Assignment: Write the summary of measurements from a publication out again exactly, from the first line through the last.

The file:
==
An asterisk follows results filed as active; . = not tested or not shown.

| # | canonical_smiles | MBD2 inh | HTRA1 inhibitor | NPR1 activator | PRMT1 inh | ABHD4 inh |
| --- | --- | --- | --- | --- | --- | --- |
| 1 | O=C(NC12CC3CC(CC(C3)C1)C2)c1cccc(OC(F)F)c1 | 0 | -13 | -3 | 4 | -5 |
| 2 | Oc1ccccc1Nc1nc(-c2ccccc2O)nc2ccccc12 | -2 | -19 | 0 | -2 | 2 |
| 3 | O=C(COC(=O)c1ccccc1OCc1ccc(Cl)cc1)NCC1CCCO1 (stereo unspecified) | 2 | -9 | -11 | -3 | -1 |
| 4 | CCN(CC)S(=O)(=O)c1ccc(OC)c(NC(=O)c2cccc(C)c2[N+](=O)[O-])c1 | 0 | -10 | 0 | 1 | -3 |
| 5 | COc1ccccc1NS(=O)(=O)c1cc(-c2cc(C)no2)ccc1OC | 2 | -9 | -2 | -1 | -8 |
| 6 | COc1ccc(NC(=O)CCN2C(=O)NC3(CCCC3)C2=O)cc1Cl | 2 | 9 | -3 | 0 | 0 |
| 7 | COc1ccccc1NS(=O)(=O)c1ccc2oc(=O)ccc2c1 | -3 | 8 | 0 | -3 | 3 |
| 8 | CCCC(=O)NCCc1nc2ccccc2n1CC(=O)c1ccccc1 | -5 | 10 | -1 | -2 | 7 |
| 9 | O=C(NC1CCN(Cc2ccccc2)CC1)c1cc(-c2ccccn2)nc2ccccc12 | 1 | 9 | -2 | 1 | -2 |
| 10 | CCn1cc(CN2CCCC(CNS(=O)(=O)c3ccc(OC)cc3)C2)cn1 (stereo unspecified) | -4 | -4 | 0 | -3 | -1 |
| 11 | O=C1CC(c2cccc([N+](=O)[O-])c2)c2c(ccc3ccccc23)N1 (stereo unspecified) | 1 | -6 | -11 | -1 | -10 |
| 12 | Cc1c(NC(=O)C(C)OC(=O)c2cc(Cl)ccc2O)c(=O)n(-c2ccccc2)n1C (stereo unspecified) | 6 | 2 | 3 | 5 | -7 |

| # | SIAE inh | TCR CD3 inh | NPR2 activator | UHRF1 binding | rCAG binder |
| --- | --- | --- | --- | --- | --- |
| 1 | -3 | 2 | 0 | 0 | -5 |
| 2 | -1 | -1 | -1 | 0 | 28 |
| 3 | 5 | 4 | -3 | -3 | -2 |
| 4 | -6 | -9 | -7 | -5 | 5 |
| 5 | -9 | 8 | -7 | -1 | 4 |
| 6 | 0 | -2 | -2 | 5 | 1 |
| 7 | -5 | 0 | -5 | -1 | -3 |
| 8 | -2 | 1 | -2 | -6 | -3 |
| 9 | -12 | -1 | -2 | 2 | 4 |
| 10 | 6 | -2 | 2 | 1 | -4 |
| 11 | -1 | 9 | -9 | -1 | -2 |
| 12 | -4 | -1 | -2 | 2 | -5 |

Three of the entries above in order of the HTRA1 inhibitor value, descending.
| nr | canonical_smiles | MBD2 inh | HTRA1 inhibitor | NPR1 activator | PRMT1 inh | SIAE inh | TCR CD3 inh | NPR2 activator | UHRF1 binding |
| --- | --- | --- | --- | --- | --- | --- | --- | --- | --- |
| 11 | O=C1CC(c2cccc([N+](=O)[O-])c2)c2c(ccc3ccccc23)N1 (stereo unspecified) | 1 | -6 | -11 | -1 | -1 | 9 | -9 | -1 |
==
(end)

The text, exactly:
An asterisk follows results filed as active; . = not tested or not shown.

| # | canonical_smiles | MBD2 inh | HTRA1 inhibitor | NPR1 activator | PRMT1 inh | ABHD4 inh |
| --- | --- | --- | --- | --- | --- | --- |
| 1 | O=C(NC12CC3CC(CC(C3)C1)C2)c1cccc(OC(F)F)c1 | 0 | -13 | -3 | 4 | -5 |
| 2 | Oc1ccccc1Nc1nc(-c2ccccc2O)nc2ccccc12 | -2 | -19 | 0 | -2 | 2 |
| 3 | O=C(COC(=O)c1ccccc1OCc1ccc(Cl)cc1)NCC1CCCO1 (stereo unspecified) | 2 | -9 | -11 | -3 | -1 |
| 4 | CCN(CC)S(=O)(=O)c1ccc(OC)c(NC(=O)c2cccc(C)c2[N+](=O)[O-])c1 | 0 | -10 | 0 | 1 | -3 |
| 5 | COc1ccccc1NS(=O)(=O)c1cc(-c2cc(C)no2)ccc1OC | 2 | -9 | -2 | -1 | -8 |
| 6 | COc1ccc(NC(=O)CCN2C(=O)NC3(CCCC3)C2=O)cc1Cl | 2 | 9 | -3 | 0 | 0 |
| 7 | COc1ccccc1NS(=O)(=O)c1ccc2oc(=O)ccc2c1 | -3 | 8 | 0 | -3 | 3 |
| 8 | CCCC(=O)NCCc1nc2ccccc2n1CC(=O)c1ccccc1 | -5 | 10 | -1 | -2 | 7 |
| 9 | O=C(NC1CCN(Cc2ccccc2)CC1)c1cc(-c2ccccn2)nc2ccccc12 | 1 | 9 | -2 | 1 | -2 |
| 10 | CCn1cc(CN2CCCC(CNS(=O)(=O)c3ccc(OC)cc3)C2)cn1 (stereo unspecified) | -4 | -4 | 0 | -3 | -1 |
| 11 | O=C1CC(c2cccc([N+](=O)[O-])c2)c2c(ccc3ccccc23)N1 (stereo unspecified) | 1 | -6 | -11 | -1 | -10 |
| 12 | Cc1c(NC(=O)C(C)OC(=O)c2cc(Cl)ccc2O)c(=O)n(-c2ccccc2)n1C (stereo unspecified) | 6 | 2 | 3 | 5 | -7 |

| # | SIAE inh | TCR CD3 inh | NPR2 activator | UHRF1 binding | rCAG binder |
| --- | --- | --- | --- | --- | --- |
| 1 | -3 | 2 | 0 | 0 | -5 |
| 2 | -1 | -1 | -1 | 0 | 28 |
| 3 | 5 | 4 | -3 | -3 | -2 |
| 4 | -6 | -9 | -7 | -5 | 5 |
| 5 | -9 | 8 | -7 | -1 | 4 |
| 6 | 0 | -2 | -2 | 5 | 1 |
| 7 | -5 | 0 | -5 | -1 | -3 |
| 8 | -2 | 1 | -2 | -6 | -3 |
| 9 | -12 | -1 | -2 | 2 | 4 |
| 10 | 6 | -2 | 2 | 1 | -4 |
| 11 | -1 | 9 | -9 | -1 | -2 |
| 12 | -4 | -1 | -2 | 2 | -5 |

Three of the entries above in order of the HTRA1 inhibitor value, descending.
| nr | canonical_smiles | MBD2 inh | HTRA1 inhibitor | NPR1 activator | PRMT1 inh | SIAE inh | TCR CD3 inh | NPR2 activator | UHRF1 binding |
| --- | --- | --- | --- | --- | --- | --- | --- | --- | --- |
| 11 | O=C1CC(c2cccc([N+](=O)[O-])c2)c2c(ccc3ccccc23)N1 (stereo unspecified) | 1 | -6 | -11 | -1 | -1 | 9 | -9 | -1 |